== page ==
82: The most amusingly disorganised World Cup ever

The 12th edition of the global game's get-together had more than its share of oopsies...

The draw specialists

Somebody had clearly been at the Rioja in Madrid before the World Cup draw. In a farcical series of events, the balls representing Peru and Chile were left out the draw completely, Scotland were put into the pot meant for Argentina and the cage containing the balls jammed, with one even falling out and splitting in half. Chaos ensued. Four years later, three young Mexican boys did a far better job.

New balls please...

Adidas introduced a new ball, the Tango Espana. Although undeniably a delight to look at, its reputed "technological advances" backfired somewhat. The new rubber inlaid seams tore easily, leading to what could only be described as exploding balls. Genuine leather orbs were never used in the World Cup again.

Location, location, location

The second round '˜Group of Death' -“ involving Italy, Brazil and Argentina - was played out at Espanyol'™s 43,000-capacity Estadio Sarria with fans clamouring desperately for tickets. Meanwhile, the lesser lights of Poland, Belgium and the Soviet Union rattled round in a half-filled Nou Camp -“ capacity 121,749. The Belgium-USSR game only drew a pitiful 45,000.

Italy's squad at their vocal best...

Italy's squad at their vocal best...

Silence please

The media fell foul of the Italy team after a series of unfounded rumours spread in the gutter press. One slur suggested that star striker Paolo Rossi and left-back Antonio Cabrini were having an affair, another claimed that the players have been seen "shooting up drugs". The squad decided on a media blackout - silenzio stampa -“ and the resulting siege mentality didn'™t do their football much harm...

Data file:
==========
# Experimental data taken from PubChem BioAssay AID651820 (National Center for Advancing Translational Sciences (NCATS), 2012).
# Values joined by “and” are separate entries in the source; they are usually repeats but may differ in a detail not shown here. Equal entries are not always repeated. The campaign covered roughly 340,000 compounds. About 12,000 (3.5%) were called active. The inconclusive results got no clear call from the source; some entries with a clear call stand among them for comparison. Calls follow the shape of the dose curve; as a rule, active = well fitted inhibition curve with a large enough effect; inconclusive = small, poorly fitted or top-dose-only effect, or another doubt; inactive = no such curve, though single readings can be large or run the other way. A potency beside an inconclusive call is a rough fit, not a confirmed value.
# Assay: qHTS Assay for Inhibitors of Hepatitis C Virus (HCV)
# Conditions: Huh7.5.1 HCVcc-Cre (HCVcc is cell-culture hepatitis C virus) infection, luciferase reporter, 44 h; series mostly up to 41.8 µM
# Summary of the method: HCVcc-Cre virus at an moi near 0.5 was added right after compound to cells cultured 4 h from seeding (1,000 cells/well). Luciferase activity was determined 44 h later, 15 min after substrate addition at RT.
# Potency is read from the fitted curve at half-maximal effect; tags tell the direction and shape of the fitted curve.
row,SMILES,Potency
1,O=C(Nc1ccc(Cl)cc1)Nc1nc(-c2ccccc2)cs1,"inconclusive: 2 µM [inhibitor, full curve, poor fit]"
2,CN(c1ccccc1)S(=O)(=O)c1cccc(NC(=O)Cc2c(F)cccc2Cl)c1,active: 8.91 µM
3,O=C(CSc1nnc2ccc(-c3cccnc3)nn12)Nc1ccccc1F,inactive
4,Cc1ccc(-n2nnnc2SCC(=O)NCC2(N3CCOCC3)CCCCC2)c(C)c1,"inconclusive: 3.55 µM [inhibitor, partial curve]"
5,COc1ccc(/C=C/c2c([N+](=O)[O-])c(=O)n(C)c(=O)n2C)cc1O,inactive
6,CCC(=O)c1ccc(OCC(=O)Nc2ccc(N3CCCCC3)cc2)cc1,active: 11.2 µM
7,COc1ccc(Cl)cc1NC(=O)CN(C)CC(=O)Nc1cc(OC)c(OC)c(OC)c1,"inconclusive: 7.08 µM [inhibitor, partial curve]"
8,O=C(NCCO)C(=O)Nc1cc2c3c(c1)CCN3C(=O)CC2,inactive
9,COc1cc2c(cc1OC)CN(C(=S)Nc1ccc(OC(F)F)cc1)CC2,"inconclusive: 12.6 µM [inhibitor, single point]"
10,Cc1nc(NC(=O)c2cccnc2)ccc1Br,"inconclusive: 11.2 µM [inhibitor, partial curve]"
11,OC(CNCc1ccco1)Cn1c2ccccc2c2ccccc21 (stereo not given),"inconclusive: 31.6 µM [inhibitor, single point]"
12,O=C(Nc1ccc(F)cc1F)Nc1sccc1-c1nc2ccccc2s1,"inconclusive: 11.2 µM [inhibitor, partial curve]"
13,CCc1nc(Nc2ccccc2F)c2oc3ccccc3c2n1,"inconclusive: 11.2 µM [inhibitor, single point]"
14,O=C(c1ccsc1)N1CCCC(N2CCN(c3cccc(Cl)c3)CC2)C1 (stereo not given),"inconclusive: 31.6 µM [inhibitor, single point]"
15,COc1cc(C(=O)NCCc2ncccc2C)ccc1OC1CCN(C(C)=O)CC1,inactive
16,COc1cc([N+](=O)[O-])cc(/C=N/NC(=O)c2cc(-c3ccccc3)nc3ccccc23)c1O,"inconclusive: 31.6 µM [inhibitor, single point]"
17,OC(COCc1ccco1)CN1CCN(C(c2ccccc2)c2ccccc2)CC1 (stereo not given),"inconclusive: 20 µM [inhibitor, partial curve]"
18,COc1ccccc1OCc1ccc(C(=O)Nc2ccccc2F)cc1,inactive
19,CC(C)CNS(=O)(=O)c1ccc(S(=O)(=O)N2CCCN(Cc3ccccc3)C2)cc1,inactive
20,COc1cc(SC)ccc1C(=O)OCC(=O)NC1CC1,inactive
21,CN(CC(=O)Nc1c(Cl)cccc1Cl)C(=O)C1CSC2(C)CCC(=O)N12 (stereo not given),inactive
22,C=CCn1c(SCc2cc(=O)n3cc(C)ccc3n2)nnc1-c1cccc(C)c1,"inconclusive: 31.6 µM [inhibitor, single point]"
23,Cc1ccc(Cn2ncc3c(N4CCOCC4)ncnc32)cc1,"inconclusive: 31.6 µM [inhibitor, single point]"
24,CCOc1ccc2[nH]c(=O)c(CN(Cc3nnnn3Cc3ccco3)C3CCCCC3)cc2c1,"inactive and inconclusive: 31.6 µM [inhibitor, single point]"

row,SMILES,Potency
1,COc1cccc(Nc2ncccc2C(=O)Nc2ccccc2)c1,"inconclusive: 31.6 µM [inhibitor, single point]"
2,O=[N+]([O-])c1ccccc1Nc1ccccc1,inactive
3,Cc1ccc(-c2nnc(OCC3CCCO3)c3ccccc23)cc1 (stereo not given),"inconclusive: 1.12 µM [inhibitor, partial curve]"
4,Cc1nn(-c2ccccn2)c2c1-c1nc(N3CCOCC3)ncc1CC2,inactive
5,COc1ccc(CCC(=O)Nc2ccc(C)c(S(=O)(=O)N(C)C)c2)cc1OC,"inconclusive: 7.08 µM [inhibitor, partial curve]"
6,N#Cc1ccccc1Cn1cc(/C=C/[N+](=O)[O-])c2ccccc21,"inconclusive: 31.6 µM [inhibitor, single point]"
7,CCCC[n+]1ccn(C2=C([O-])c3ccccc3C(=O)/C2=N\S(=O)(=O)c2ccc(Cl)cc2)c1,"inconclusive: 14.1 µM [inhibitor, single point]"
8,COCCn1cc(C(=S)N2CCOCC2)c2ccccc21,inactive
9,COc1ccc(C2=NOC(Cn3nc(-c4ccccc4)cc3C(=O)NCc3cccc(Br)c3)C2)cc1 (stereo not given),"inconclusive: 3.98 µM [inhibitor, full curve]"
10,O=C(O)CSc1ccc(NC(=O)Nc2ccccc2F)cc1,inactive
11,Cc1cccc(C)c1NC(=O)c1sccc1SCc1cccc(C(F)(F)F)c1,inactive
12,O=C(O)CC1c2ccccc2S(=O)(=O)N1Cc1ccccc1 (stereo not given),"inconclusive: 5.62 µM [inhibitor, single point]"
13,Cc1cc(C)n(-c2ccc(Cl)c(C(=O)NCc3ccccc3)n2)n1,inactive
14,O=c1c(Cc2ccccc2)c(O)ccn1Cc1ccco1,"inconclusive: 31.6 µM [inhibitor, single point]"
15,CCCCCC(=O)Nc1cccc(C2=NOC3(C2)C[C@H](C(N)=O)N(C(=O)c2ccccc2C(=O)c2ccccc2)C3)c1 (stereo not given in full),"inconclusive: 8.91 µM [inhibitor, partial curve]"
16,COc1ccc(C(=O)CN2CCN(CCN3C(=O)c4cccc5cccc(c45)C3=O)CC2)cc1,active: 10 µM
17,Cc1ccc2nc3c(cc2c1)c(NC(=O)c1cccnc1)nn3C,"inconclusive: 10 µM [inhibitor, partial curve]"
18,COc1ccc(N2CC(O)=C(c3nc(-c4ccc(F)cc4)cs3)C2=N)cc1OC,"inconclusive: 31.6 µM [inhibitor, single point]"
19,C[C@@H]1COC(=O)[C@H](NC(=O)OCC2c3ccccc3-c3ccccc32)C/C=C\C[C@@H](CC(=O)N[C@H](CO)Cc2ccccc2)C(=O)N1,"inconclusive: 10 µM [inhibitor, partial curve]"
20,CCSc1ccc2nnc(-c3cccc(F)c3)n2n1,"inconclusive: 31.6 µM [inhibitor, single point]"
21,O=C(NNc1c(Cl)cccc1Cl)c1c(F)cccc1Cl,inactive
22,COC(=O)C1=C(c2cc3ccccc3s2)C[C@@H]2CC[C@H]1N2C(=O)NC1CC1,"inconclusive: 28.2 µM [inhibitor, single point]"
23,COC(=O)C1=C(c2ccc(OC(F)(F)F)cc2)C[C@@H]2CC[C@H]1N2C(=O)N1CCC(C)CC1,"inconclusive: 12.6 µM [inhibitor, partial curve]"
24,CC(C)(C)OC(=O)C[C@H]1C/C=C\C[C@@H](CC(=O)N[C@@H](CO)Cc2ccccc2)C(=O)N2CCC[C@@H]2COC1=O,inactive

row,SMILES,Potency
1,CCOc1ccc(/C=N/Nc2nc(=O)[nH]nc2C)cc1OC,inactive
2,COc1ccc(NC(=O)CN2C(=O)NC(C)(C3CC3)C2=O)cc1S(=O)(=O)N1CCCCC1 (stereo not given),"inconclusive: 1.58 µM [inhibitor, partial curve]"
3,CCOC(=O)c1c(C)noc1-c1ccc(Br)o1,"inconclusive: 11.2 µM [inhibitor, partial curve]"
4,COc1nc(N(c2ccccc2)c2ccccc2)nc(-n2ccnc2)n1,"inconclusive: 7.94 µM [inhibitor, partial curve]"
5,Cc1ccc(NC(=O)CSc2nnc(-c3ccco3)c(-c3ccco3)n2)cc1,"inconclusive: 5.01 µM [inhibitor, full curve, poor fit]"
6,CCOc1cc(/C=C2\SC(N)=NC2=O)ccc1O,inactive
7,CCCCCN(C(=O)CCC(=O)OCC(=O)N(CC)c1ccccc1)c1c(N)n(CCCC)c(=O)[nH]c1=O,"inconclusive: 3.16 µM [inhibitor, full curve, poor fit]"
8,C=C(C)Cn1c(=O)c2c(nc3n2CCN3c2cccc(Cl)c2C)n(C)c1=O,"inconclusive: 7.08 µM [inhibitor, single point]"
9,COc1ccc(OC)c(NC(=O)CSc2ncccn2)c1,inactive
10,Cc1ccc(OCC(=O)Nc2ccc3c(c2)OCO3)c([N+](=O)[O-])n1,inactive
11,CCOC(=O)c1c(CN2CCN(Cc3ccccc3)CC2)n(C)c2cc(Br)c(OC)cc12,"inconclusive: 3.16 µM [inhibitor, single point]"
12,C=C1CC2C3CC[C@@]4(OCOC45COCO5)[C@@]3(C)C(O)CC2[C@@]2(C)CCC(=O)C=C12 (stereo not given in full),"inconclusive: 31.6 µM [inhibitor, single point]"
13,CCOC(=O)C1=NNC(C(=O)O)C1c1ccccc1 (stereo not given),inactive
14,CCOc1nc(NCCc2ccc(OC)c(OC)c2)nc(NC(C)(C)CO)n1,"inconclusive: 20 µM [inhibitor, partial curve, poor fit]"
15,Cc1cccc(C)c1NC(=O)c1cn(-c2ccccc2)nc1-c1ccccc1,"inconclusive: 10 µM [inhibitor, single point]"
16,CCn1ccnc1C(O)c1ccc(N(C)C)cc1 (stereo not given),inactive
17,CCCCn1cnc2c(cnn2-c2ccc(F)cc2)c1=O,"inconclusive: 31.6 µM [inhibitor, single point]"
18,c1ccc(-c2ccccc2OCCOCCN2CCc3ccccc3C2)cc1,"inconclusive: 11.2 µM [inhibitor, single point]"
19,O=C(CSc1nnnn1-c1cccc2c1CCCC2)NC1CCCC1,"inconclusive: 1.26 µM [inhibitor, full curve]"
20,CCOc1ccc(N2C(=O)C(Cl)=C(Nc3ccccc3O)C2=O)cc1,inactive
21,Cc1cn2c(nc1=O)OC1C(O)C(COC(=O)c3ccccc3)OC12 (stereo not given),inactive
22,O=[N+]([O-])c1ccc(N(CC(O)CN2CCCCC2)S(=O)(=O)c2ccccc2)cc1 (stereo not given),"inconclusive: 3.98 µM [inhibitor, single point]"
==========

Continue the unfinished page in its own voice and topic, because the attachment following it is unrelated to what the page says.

Strops: Productive

Nobody emerged well from the Kuwait vs France game, but ref Myroslav Stupar had a particular shocker. After the  Ukrainian awarded a controversial goal to the French,  Kuwaiti FA president Sheikh Fahid Al-Ahmad Al-Sabah stormed onto the pitch in protest. The pressure he exerted -“ along with the Kuwaiti team'™s 15-minute refusal to continue playing -“ led to Stupar overruling the strike. He lost his international refereeing credentials as a result.

Did you know?

* Scotland made their fifth World Cup appearance without advancing beyond the first round. It wouldn't be their last.

* Algeria became the first African side to defeat European opposition in World Cup history, after beating West Germany 2-1.

* This was the first (and only) World Cup where national anthems were played on record, rather than by a live band.

* A record 109 teams entered the initial qualifying phase of the tournament. This dropped to 105 after the withdrawal of Ghana, Iran, Libya and Uganda.

* Argentina and England entered the World Cup in a state of armed conflict over the Falkland Islands. The Argentine military junta was under immense pressure and had invaded the Malvinas in a bid to regain popularity. "Perhaps our trip to Spain should have been cancelled," pondered Mario Kempes after the tournament.

* Italian defender Claudio Gentile was nicknamed Gadaffi because he was born in Libya. "He was like a hunting dog," says Mario Kempes about the ferocious man-marker. "If you went to the toilet, he'd follow you there."

* Germany complained that their travel schedule gave them a disadvantage in the final. Hampered by an airport staff strike (imagine that) after their semi-final against France went to extra-time and penalties, they didn'™t fly out of Seville until 4am. "We had one chance in the final after missing a night'™s sleep," said Paul Breitner. "To score first and then defend."


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